Creature Feature: Burmese Python

Burmese Python

Python molurus bivittatus

Reptiles Alive Names: “Sunshine, Moonlight, and Starlight”

Hissstory: Sunshine was abandoned at a carpet warehouse in Sterling, VA in 2000.  The store owner called us to come and get her, and she was in pretty bad shape.  We spent about a year rehabilitating her back to health.  She has been healthy and growing ever since!  Moonlight was rescued by the Virginia Reptile Rescue from a pet store that was closed down and we adopted him in 2009.  Starlight was abandoned  as an unwanted pet at the Alexandria Animal Welfare League where we adopted him in 2009.
sunshine_profile
RA Diet: Two or three frozen and then defrosted triple extra large rats every 2-4 weeks.

Range: India, Burma, and Southeast Asia.

Habitat: Pythons live in rain forests, farmlands, and fields.

Natural Diet: Burmese pythons will eat just about any mammal or bird they can fit into their stomach.

Size: Burmese pythons are one of the biggest snakes in the world.   Their average length is 9-13 feet, but the record length is 23 feet.  They can weigh over 200 pounds.

Lifespan: Burmese pythons can live over 40 years.

Reproduction: Female Burmese pythons can lay up to 100 large eggs, but typically lay 12-36. Unlike most snakes,  mother pythons will coil around eggs and twitch their body to raise the temperature and help incubate the eggs. She will not leave the eggs until they hatch.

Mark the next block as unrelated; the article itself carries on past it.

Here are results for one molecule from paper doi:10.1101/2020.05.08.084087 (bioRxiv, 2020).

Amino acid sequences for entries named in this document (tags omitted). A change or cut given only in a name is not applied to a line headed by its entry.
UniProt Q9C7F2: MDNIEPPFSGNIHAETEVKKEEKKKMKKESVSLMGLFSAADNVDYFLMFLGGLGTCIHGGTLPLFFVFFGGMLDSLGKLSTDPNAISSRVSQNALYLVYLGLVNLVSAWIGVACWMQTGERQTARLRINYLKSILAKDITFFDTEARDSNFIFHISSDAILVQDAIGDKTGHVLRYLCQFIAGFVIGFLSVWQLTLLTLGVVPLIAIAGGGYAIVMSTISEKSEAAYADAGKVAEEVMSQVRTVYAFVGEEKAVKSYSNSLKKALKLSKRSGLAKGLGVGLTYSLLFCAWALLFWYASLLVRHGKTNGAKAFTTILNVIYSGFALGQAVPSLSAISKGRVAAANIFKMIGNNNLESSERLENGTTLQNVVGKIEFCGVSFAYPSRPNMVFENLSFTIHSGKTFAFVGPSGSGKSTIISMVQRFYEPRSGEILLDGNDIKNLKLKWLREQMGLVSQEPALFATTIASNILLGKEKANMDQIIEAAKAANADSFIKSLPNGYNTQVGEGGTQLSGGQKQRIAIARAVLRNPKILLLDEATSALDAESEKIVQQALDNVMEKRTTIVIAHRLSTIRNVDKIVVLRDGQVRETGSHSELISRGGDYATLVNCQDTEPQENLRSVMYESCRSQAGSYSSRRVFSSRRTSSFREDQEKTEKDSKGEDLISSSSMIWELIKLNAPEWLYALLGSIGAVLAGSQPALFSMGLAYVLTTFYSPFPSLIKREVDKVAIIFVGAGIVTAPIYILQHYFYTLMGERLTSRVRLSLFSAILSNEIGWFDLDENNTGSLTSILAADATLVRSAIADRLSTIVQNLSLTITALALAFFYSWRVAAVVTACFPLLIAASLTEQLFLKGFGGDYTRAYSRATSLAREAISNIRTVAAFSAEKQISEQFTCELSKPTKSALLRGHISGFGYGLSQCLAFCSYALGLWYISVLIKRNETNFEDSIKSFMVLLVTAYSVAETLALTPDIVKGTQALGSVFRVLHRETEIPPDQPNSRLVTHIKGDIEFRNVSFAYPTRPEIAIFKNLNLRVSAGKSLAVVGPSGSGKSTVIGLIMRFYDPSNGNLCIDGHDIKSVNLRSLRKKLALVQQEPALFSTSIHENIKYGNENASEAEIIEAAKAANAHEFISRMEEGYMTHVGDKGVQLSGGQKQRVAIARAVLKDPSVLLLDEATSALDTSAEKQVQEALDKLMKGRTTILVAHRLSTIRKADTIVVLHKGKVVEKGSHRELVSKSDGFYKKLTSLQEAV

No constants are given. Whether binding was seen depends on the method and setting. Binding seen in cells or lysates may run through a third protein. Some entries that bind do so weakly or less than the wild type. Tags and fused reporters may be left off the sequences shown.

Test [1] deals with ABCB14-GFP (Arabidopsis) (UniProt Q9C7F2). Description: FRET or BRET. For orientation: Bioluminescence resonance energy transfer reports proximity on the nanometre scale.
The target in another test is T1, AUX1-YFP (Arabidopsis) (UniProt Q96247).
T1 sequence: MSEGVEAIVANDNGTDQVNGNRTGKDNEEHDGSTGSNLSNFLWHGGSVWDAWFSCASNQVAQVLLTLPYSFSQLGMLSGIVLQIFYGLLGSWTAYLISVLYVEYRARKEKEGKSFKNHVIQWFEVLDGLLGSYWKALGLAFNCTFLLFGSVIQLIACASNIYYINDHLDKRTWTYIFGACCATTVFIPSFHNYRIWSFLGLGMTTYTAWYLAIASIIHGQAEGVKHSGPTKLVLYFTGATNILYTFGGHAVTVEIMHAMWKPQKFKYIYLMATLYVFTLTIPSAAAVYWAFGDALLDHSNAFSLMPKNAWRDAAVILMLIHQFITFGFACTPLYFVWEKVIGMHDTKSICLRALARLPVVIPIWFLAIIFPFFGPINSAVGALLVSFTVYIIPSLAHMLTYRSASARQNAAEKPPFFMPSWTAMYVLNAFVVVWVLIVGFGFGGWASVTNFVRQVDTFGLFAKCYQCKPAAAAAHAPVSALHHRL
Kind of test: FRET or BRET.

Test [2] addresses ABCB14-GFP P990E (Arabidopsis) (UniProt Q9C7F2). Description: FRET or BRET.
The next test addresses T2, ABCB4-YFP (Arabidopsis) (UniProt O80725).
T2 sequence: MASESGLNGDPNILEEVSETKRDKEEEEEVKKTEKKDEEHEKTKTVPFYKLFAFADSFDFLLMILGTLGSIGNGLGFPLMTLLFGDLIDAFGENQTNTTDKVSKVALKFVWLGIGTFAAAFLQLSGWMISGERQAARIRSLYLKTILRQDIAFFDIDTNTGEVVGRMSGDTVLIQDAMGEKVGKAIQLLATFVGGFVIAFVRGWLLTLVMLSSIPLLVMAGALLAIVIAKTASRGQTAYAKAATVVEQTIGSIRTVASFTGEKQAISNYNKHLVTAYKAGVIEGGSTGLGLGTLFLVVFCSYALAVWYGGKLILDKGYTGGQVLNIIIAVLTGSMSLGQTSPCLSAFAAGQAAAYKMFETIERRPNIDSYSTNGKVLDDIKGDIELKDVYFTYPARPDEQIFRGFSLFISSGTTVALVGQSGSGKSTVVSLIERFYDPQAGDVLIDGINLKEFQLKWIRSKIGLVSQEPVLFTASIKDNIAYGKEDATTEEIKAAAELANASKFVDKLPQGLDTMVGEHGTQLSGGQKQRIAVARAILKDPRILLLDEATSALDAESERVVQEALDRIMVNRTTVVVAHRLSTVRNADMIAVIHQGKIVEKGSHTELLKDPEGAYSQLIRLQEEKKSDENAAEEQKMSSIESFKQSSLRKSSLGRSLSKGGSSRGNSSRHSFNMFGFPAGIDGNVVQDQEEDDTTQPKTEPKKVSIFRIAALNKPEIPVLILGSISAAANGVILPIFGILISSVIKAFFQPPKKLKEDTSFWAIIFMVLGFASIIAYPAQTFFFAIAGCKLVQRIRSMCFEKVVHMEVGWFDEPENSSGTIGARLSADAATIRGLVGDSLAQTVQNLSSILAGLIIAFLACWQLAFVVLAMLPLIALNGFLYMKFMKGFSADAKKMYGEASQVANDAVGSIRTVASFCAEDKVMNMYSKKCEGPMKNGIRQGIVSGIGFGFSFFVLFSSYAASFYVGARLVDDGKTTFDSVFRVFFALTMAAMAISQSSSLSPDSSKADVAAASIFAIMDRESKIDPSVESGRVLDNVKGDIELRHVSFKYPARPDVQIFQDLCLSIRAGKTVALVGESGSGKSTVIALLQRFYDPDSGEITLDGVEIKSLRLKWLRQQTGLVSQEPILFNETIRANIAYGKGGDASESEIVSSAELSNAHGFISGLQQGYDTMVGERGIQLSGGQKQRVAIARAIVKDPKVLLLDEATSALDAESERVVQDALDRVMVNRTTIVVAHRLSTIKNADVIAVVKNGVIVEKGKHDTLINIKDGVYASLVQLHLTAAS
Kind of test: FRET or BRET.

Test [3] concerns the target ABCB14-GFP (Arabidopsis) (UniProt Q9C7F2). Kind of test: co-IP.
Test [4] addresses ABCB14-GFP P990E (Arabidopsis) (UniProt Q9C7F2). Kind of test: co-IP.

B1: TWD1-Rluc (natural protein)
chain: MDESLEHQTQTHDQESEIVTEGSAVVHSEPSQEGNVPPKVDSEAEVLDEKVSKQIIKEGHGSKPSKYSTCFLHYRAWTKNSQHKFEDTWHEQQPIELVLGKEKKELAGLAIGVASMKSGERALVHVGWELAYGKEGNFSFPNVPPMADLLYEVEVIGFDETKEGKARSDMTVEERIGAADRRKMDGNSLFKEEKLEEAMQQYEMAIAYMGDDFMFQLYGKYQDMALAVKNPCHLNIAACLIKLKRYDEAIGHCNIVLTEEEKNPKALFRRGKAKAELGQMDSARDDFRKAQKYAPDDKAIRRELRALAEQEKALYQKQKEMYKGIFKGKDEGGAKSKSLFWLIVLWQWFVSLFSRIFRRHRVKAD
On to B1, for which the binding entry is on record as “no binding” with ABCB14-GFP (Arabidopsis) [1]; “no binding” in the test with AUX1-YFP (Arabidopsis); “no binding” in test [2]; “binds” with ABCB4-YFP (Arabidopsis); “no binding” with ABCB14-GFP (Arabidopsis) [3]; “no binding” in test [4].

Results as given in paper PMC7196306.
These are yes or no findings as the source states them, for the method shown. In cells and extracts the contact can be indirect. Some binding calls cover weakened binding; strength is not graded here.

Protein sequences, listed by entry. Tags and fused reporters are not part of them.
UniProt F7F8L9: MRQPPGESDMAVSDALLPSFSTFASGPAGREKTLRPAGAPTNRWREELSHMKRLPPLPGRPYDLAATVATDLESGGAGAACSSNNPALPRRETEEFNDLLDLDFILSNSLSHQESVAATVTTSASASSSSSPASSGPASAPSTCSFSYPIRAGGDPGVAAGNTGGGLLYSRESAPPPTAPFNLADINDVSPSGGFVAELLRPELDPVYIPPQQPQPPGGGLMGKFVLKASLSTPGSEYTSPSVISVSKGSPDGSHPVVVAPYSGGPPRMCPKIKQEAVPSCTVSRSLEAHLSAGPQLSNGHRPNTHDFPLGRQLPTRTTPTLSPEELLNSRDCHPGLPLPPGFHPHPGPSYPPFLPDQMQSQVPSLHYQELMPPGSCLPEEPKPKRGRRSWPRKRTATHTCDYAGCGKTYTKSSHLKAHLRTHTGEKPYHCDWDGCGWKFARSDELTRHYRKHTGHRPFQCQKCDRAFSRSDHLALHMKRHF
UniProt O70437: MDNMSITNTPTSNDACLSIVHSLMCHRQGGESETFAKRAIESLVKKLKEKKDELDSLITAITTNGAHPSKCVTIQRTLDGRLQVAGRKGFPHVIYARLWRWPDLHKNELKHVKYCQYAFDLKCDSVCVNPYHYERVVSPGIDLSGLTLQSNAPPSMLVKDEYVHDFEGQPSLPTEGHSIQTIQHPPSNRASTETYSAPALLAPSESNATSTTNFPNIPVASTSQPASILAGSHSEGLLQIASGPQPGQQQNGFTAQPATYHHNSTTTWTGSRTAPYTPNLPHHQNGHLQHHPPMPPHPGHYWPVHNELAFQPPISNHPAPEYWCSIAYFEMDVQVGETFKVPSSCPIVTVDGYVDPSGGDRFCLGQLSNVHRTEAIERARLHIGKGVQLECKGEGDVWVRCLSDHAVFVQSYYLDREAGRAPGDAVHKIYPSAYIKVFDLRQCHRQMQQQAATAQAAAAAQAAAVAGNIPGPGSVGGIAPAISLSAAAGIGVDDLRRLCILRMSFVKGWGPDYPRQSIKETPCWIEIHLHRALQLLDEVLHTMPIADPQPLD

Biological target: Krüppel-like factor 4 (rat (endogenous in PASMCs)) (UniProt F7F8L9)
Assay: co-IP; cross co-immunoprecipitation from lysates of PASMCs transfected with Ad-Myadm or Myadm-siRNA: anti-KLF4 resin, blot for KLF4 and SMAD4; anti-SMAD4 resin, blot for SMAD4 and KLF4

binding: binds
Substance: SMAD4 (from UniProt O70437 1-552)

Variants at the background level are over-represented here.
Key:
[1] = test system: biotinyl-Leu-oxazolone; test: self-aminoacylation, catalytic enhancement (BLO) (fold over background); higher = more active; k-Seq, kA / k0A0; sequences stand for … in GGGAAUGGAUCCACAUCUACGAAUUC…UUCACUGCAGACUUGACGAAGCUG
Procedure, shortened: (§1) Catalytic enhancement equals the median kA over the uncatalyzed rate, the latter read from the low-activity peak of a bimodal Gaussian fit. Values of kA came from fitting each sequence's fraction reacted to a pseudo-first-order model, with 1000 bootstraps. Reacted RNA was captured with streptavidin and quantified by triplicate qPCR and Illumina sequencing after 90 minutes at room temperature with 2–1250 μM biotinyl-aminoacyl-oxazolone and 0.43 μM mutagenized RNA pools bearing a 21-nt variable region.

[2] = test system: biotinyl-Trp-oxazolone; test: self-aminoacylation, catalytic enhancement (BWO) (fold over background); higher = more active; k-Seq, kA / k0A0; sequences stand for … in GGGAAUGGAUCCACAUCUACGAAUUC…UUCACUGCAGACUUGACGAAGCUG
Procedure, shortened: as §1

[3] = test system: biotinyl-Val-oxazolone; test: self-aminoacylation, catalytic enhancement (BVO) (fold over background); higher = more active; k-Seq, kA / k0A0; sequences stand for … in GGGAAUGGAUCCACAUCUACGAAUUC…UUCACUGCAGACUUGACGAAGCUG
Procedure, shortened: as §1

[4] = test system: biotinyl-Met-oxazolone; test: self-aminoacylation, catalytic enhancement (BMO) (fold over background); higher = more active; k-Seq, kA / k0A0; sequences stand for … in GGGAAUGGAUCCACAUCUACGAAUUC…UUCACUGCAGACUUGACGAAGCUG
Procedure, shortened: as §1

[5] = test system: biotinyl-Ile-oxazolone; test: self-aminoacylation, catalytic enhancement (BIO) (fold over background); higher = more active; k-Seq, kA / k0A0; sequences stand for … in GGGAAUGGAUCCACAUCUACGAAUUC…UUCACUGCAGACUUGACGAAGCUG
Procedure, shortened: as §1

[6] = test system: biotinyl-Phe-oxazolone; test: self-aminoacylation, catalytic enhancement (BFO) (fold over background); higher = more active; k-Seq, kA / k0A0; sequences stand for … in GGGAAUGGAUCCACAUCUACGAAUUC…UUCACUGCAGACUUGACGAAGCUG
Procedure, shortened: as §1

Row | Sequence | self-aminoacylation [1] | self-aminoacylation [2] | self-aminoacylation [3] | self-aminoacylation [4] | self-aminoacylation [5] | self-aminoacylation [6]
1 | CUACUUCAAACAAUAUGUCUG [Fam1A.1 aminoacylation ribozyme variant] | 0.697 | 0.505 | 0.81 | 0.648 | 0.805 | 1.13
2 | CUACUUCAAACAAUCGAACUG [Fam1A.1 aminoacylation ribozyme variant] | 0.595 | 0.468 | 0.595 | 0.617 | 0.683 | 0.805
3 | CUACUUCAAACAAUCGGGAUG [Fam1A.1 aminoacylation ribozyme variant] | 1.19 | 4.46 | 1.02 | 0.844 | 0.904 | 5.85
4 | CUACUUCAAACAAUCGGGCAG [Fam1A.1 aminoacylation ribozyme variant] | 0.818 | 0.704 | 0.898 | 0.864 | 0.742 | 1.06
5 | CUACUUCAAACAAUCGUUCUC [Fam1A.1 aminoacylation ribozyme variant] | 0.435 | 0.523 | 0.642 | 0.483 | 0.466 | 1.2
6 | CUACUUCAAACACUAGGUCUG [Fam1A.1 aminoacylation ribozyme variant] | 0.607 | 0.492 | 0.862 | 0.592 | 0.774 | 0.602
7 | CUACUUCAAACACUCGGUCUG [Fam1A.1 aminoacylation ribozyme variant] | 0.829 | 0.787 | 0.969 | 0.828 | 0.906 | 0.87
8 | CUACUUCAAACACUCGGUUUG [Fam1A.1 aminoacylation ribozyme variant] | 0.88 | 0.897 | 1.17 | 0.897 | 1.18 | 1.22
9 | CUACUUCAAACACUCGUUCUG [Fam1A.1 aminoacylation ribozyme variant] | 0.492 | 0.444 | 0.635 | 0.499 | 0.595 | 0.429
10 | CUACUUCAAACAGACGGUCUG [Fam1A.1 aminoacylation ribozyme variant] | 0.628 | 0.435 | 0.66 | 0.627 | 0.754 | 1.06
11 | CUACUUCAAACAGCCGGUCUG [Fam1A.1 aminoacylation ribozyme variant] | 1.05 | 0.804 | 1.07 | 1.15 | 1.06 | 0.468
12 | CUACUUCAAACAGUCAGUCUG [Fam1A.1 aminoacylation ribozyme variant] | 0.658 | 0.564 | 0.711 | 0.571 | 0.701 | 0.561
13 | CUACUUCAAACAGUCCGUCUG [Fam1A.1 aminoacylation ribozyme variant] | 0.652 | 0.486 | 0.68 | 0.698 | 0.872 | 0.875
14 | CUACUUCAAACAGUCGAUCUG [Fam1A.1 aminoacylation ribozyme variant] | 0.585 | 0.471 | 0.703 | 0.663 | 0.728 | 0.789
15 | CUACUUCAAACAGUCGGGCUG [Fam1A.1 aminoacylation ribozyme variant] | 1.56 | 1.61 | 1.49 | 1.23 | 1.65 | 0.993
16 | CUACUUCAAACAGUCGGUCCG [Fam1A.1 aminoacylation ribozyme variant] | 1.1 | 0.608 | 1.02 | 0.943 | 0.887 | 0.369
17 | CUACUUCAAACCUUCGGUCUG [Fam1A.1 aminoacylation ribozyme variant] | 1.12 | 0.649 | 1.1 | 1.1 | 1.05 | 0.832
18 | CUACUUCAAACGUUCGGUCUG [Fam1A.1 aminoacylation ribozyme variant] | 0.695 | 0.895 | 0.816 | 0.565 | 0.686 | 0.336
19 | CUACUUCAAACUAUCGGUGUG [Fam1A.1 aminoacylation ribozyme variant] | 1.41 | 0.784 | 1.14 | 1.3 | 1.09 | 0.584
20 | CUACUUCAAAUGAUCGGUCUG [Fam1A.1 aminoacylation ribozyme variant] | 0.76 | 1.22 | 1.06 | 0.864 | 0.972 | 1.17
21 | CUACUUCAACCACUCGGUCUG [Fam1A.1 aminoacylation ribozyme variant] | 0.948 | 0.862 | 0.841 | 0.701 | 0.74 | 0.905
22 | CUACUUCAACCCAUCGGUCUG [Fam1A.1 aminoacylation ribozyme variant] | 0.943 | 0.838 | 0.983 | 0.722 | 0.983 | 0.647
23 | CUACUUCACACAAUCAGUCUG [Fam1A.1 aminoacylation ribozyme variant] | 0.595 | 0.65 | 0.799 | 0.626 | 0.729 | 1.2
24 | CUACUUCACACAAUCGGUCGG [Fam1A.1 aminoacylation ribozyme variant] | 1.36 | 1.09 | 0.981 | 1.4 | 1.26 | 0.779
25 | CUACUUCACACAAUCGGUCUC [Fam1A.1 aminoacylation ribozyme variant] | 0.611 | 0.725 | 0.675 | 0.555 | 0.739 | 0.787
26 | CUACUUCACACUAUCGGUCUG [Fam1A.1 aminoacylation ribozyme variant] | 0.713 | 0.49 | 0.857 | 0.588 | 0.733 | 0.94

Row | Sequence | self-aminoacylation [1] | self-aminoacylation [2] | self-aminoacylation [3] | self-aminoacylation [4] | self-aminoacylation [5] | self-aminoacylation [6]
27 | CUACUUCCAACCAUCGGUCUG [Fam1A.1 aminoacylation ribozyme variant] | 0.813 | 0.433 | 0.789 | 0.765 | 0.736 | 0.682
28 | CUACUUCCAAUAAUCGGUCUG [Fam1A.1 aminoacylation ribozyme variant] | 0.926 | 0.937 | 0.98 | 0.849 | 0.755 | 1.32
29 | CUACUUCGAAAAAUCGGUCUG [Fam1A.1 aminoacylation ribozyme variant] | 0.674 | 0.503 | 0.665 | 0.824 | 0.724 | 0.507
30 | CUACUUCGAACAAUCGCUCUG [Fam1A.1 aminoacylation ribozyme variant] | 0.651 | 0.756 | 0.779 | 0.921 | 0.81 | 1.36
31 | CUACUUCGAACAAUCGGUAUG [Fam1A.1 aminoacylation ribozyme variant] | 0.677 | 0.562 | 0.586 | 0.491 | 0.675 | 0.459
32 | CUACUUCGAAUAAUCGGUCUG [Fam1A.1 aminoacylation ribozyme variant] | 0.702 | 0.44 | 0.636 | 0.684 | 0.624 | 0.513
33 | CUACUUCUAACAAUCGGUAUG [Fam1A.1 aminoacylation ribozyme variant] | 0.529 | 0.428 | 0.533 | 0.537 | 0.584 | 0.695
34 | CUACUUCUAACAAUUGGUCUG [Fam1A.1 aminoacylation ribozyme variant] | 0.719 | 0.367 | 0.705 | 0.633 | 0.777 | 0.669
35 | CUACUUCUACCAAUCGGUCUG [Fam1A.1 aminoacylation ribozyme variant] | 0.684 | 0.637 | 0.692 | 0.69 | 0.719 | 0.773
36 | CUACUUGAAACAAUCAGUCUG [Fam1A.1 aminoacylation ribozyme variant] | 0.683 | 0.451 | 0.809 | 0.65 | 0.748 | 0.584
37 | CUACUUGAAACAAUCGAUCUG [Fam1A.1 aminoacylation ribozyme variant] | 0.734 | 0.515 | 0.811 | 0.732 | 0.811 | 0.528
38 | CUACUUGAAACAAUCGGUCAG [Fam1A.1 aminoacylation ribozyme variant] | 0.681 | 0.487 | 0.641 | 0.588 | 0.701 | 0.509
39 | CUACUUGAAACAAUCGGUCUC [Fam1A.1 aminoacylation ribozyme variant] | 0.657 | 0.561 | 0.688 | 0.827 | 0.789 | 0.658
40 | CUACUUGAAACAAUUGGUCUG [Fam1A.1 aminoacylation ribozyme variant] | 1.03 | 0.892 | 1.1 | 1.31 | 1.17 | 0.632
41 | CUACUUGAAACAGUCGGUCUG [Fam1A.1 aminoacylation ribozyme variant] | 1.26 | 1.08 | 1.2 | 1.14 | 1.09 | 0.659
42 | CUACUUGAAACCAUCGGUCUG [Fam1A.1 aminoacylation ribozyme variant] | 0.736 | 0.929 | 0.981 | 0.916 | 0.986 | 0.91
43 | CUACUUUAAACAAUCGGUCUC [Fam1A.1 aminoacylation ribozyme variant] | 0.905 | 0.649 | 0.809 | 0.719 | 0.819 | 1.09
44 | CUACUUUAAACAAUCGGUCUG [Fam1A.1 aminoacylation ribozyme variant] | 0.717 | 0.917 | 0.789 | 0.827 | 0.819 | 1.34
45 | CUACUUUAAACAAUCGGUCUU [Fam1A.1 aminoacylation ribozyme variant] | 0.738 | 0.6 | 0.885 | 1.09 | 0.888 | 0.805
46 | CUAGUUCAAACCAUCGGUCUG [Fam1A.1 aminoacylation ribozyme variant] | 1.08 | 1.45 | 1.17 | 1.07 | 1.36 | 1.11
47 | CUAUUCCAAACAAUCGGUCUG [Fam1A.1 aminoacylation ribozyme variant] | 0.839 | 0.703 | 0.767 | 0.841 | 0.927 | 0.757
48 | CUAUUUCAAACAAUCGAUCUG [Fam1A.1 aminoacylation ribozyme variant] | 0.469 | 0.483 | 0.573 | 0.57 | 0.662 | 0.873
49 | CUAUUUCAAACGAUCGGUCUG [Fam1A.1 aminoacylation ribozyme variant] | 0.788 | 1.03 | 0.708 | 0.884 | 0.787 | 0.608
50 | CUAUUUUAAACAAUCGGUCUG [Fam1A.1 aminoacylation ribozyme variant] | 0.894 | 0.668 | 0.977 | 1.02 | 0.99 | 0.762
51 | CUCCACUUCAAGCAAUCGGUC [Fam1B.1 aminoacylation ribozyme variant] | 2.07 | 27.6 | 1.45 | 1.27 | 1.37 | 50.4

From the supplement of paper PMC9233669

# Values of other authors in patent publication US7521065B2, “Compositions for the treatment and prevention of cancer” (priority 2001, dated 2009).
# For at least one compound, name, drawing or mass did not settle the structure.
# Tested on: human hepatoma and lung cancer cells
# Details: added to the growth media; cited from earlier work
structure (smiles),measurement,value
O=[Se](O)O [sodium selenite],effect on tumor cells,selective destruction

Conservation: Burmese pythons  have become an invasive exotic species in southern Florida.  People keeping pythons as pets either illegally released their unwanted animals into the wild or the snakes escaped improper caging.  Either way, no one knows for sure the impact these giant snakes will have on the south Florida ecosystem as they reproduce and consume native animals, including alligators.

Cool Facts:
 Sunshine, Moonlight, and Starlight are all albinos, born without the black or brown pigment called melanin. The brilliant yellows and whites you see on our albino pythons would otherwise be covered over by the brown and black pigments  found on normally patterned snakes.